The bustling town of al-Ram, with a population of over 25,000, is strategically located between Jerusalem and Ramallah. For a long time, the town’s geography was its blessing. Today, it has become its curse.
Al-Ram’s main entrance was once the Jerusalem-Ramallah road just past the suburbs of Shufat, Beit Hanina and Dahiyat al-Barid. But then the wall was built, dividing half of Dahiyat al-Barid and placing the entire town of al-Ram on the other side of the wall away from its normal access from either side of the Jerusalem-Ramallah road. All shops, including the recently opened branch of the Arab Bank, that were once on the main road suddenly found themselves facing a 10-meter-high wall with no access to either Jerusalem or Ramallah. To get to the two main cities, one must now exit the rear of the town, which is the most poorly maintained, least properly zoned part.
The population of al-Ram, made up almost entirely of east Jerusalemites with Israeli blue ID cards and yellow licensed Israeli car plates, suddenly found themselves surrounded and isolated. Residents must now take the long way to get to school, work or any other location that used to take minutes to reach.
Worst yet, the city has become a lawless area. Israel, which technically and legally is responsible for the security of al-Ram — as it is declared part of Area C — has totally ignored the town. Meanwhile, Israel does not allow Palestinian police to reach al-Ram because of the Oslo Accords, which consider Area C the sole domain of Israel for both security and administrative issues. The Israelis have provided east Jerusalemites living on the other side of the wall with some access to administrative services by allowing a branch of the post office and other offices within the nearby Qalandia checkpoint.
As for security, the Israelis have abandoned al-Ram and its inhabitants. This legal vacuum has been a bonanza for drug dealers as well as individuals on both sides of the wall who are running away from the law. Anyone wanted by either Israel or the Palestinian government can hide in al-Ram without being caught.
This state of lawlessness has gone on for years, but this week things changed. The Palestine News Network reported that over 600 Palestinian security officials entered the town and nearby Dahiyat al-Barid upon the request of local authorities and apparently after the approval of Israeli security. On the evening of Nov. 8, jeeps with the Palestinian government’s emblem, carrying armed security officials from the police, intelligence service and preventive police came from Ramallah to the town without any hindrance.
Some have argued that the presence of Palestinian security in an area that is supposed to be under Israeli security was approved for selfish reasons. The Israelis, who also appear to be suffering from this enabling environment for criminals to roam free, agreed to the intervention of the Palestinian police to safeguard themselves from the effects of a criminal-infested area so close to Jerusalem and Israel.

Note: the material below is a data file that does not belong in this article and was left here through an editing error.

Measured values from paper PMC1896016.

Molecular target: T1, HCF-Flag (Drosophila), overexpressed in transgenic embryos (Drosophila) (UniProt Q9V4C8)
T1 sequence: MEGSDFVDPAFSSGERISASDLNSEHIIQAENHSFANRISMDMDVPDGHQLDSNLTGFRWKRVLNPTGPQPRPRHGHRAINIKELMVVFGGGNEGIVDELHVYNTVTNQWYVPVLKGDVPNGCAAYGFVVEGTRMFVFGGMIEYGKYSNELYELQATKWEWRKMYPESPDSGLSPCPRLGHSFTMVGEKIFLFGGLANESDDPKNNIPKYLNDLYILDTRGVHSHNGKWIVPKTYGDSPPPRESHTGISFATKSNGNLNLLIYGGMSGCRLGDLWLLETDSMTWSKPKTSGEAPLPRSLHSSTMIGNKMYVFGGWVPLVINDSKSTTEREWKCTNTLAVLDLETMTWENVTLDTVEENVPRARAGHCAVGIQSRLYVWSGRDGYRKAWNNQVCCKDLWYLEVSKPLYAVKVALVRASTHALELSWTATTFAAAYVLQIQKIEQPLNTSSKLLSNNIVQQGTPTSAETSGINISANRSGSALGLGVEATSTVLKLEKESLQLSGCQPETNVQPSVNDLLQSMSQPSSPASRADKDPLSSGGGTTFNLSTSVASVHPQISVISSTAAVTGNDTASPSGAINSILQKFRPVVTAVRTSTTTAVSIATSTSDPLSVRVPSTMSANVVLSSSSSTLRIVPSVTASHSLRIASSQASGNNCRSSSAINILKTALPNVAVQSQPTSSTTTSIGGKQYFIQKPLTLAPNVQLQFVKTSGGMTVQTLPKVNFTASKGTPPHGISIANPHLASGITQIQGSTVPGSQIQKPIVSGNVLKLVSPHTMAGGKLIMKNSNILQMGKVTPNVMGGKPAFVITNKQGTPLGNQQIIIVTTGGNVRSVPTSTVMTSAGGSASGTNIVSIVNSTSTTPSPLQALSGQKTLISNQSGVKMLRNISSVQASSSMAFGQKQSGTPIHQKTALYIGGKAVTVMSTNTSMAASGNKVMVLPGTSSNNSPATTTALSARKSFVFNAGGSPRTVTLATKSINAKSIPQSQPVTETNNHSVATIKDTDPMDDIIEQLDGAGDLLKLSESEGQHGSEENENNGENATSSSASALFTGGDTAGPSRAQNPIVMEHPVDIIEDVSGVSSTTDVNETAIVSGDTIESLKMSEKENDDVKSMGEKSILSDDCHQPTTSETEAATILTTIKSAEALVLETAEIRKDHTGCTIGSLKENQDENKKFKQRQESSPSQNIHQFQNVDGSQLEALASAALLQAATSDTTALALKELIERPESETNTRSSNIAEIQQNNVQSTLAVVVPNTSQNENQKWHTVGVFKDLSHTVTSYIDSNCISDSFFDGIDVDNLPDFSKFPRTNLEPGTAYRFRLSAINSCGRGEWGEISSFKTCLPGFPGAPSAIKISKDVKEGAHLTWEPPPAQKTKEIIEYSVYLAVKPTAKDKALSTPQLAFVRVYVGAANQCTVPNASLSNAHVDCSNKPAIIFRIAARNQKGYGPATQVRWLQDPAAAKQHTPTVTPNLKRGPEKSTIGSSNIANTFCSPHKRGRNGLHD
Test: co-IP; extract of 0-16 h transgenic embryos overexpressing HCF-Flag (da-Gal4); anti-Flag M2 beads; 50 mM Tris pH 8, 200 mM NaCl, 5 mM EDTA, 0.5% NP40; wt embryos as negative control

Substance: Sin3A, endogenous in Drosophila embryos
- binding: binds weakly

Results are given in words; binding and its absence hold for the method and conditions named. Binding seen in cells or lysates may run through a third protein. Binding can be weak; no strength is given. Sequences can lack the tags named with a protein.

Little information has been released as to how permission for the Palestinian police to enter al-Ram was reached. One reason could be the European Union Coordinating Office for Palestinian Police Support. This body has been working for over eight years in training Palestinian police and often acts as a neutral coordinating body between Israeli and Palestinian police.
The more important question about the al-Ram campaign is whether this is temporary or permanent. Initially, and based on information quoted by the mayor of al-Ram, residents expected the police presence to last 10 days. But there has been no confirmation that they have withdrawn. Instead, rumors are flying that the presence of Palestinian police might continue and could be permanent.
Of even more importance is whether the Israeli security wall, which Israel has regularly insisted was not the border between Israel and Palestine, is quickly becoming just that. A recent article by former Israeli Prime Minister Ehud Barak called on his government to unilaterally withdraw from the West Bank, alluding to the Israeli-built security wall becoming the new border.
While the people of al-Ram breathed a sigh of relief when they saw criminals harassing them being picked up, some are wondering if this is the beginning of a long-term policy shift to allow Palestinian police to play a more prominent role in some Area C communities.
Other Jerusalem communities that, similar to al-Ram, straddle the wall and are criminal hotbeds include al-Izzariya, Abu Dis and Anata. If we see Palestinian security presence in these communities soon, the Palestinian nightmare that the wall — completely keeping east Jerusalem as part of Israel — will become the new border between Israel and Palestine.